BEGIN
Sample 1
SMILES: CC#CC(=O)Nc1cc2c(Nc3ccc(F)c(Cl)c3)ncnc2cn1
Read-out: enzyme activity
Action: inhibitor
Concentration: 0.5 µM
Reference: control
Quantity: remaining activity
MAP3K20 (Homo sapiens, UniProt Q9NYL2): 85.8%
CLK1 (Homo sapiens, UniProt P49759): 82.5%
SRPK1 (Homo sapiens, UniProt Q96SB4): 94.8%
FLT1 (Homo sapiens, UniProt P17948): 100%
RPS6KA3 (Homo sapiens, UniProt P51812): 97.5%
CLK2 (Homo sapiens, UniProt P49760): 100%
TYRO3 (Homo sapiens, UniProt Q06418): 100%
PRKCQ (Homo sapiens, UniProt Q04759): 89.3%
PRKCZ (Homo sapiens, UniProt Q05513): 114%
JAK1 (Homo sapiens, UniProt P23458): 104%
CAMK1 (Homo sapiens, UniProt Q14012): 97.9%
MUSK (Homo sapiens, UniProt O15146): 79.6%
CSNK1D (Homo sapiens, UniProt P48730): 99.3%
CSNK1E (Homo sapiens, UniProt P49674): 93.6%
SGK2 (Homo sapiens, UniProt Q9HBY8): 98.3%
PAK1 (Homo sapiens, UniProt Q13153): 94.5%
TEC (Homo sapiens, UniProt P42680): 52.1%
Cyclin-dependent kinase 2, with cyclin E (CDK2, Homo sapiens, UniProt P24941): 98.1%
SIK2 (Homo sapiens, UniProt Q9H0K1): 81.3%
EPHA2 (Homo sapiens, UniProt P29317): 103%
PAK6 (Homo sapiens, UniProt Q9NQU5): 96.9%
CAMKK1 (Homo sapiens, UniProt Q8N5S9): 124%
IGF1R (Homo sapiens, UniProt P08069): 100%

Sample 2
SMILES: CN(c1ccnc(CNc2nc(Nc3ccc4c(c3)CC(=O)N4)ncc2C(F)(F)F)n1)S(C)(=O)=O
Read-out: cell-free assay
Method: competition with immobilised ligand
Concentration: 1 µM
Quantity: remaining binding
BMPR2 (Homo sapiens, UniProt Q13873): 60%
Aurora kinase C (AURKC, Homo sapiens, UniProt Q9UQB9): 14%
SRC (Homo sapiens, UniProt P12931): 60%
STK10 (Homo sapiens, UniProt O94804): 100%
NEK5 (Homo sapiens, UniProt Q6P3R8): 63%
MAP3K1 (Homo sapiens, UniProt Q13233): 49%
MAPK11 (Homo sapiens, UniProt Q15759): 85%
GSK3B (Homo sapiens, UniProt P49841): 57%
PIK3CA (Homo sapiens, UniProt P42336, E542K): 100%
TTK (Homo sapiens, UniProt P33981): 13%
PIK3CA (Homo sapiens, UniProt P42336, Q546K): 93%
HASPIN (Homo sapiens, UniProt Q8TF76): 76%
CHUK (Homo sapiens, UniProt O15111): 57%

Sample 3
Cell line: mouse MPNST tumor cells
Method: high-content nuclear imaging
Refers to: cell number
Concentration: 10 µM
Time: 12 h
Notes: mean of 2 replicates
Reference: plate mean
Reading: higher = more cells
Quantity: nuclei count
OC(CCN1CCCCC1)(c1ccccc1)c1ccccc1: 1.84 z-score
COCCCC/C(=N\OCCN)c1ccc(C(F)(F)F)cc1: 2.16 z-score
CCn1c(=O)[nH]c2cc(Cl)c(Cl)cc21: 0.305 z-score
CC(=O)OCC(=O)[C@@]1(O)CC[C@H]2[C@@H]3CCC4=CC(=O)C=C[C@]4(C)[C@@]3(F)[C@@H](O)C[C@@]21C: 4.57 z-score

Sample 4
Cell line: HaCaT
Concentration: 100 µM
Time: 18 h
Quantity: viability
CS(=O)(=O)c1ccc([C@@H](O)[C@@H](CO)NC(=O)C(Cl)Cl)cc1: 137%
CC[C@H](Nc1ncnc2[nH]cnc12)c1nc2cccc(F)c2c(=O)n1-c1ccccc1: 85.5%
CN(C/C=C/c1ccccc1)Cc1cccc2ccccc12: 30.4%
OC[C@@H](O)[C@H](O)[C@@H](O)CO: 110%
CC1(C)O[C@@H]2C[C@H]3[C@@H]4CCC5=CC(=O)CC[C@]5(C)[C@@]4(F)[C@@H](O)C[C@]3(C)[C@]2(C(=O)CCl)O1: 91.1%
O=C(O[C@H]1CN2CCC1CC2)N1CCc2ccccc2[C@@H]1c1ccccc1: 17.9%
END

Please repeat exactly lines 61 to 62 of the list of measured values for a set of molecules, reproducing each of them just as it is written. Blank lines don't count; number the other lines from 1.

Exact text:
COCCCC/C(=N\OCCN)c1ccc(C(F)(F)F)cc1: 2.16 z-score
CCn1c(=O)[nH]c2cc(Cl)c(Cl)cc21: 0.305 z-score